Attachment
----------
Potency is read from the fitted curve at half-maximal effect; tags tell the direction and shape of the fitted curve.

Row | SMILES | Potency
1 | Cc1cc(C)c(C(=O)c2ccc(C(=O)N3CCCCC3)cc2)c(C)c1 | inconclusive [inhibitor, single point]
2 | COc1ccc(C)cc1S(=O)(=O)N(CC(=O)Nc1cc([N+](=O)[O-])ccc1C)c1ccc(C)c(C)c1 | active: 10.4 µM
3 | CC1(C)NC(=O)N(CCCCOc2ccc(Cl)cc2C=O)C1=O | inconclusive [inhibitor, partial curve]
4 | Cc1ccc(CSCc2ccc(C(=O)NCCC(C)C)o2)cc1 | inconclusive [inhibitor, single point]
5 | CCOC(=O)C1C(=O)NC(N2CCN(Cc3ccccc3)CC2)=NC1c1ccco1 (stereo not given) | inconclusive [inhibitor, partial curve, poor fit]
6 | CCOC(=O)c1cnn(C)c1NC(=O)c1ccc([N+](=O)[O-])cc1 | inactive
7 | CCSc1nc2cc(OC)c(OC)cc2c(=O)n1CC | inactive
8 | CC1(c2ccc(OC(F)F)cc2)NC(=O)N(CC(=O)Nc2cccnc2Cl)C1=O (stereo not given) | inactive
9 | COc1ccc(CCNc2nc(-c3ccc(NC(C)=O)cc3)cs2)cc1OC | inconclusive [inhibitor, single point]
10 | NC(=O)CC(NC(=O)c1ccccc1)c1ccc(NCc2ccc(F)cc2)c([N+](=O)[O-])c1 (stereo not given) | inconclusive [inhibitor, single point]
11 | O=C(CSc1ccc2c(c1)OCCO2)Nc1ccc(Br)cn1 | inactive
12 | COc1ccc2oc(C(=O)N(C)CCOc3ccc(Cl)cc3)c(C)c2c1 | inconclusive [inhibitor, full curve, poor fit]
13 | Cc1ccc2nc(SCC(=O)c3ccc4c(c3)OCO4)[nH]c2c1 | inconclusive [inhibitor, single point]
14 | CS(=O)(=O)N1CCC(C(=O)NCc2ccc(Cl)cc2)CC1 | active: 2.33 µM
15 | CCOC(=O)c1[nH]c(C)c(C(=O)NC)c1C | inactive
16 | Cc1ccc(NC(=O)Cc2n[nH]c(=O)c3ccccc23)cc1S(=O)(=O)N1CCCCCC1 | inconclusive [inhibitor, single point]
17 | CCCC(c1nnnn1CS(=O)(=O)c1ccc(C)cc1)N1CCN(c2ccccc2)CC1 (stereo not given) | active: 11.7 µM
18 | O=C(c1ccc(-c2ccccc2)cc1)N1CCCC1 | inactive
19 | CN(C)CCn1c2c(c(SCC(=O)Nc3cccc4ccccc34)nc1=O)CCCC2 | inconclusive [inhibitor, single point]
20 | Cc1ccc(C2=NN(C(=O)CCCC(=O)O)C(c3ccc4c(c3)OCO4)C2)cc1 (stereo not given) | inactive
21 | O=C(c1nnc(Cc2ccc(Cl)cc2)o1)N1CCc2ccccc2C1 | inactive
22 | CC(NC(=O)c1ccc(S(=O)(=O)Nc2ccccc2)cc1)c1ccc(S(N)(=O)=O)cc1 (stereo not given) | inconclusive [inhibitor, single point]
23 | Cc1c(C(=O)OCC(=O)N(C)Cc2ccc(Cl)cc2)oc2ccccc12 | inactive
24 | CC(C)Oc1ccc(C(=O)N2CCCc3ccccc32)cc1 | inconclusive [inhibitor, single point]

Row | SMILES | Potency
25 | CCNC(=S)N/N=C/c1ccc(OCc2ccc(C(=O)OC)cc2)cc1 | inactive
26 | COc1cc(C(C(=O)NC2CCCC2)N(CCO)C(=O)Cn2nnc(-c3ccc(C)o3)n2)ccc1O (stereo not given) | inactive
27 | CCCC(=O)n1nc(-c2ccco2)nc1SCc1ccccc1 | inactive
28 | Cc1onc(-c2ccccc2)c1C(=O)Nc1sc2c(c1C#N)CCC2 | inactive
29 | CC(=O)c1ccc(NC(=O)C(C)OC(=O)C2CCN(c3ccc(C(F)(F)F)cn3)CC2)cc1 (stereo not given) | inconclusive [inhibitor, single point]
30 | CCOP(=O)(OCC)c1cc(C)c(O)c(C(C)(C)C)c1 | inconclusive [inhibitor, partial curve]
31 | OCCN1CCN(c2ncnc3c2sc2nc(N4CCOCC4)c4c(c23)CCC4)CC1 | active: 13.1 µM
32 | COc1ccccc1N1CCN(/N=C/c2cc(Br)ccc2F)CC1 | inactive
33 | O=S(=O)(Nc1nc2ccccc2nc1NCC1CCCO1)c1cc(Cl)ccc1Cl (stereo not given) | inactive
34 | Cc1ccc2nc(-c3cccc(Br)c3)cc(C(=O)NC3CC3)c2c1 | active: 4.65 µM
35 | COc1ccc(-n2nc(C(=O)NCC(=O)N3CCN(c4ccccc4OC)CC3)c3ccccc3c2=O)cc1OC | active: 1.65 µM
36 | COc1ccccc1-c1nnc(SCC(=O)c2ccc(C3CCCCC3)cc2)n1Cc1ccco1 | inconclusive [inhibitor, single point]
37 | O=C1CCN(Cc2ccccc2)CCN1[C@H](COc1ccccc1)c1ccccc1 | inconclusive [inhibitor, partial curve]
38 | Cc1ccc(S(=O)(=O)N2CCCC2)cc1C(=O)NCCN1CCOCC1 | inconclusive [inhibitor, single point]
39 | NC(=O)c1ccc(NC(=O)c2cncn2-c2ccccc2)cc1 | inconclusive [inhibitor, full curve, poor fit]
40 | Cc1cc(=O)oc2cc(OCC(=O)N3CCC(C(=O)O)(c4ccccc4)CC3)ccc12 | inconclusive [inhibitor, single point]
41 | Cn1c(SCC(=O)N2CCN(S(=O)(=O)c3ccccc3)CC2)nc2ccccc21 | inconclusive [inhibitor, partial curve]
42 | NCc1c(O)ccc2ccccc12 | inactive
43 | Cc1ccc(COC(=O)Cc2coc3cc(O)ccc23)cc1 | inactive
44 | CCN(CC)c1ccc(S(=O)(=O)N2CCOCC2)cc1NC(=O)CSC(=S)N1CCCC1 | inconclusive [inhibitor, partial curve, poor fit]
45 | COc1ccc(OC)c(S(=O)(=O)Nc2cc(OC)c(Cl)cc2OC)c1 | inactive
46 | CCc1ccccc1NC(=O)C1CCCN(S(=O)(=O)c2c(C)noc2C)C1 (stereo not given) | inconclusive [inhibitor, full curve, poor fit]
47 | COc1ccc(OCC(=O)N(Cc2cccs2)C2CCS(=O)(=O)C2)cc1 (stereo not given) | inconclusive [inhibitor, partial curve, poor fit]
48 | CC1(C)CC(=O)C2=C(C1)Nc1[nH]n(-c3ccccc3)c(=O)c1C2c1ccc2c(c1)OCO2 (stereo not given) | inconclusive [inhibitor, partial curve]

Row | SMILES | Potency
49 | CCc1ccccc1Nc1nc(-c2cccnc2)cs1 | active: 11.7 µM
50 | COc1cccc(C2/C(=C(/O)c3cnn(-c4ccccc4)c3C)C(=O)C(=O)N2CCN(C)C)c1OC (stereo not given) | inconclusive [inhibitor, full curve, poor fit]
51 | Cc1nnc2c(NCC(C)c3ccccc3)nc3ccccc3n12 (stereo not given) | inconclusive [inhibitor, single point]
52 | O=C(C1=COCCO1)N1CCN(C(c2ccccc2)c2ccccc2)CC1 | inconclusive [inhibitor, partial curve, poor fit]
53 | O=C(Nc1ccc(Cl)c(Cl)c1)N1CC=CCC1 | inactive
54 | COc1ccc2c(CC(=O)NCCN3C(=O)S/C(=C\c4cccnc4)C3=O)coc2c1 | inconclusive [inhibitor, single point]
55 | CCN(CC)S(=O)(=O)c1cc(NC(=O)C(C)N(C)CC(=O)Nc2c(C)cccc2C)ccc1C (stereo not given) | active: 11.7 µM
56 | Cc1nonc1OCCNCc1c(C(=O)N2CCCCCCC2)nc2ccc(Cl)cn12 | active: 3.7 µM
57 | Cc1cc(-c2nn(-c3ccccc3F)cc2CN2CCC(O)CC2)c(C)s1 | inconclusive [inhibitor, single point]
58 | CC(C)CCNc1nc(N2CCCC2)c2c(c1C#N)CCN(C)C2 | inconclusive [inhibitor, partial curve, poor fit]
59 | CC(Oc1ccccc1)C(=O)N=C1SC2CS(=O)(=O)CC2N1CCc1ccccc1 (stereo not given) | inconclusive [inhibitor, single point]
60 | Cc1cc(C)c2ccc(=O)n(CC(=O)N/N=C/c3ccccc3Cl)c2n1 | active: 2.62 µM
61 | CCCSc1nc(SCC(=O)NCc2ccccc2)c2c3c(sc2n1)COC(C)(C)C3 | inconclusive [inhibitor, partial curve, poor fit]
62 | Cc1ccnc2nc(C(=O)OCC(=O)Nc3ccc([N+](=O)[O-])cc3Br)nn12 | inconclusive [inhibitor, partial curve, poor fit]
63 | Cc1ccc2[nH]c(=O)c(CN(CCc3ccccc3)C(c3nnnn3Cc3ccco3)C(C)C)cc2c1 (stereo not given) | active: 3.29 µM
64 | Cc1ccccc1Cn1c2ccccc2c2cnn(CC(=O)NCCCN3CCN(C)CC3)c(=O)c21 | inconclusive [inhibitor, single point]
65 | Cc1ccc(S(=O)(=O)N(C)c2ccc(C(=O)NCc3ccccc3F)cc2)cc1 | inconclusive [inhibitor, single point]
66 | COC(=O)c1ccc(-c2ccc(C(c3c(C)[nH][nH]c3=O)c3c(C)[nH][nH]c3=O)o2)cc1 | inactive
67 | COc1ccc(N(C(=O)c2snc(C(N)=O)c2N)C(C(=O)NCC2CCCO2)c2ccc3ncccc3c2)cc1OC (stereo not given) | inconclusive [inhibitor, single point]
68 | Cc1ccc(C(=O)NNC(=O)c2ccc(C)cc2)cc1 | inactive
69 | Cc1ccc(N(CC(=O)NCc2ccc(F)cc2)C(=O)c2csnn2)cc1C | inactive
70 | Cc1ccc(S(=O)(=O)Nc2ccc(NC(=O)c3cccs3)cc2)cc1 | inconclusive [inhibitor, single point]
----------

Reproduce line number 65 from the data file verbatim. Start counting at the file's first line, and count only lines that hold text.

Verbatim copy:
61 | CCCSc1nc(SCC(=O)NCc2ccccc2)c2c3c(sc2n1)COC(C)(C)C3 | inconclusive [inhibitor, partial curve, poor fit]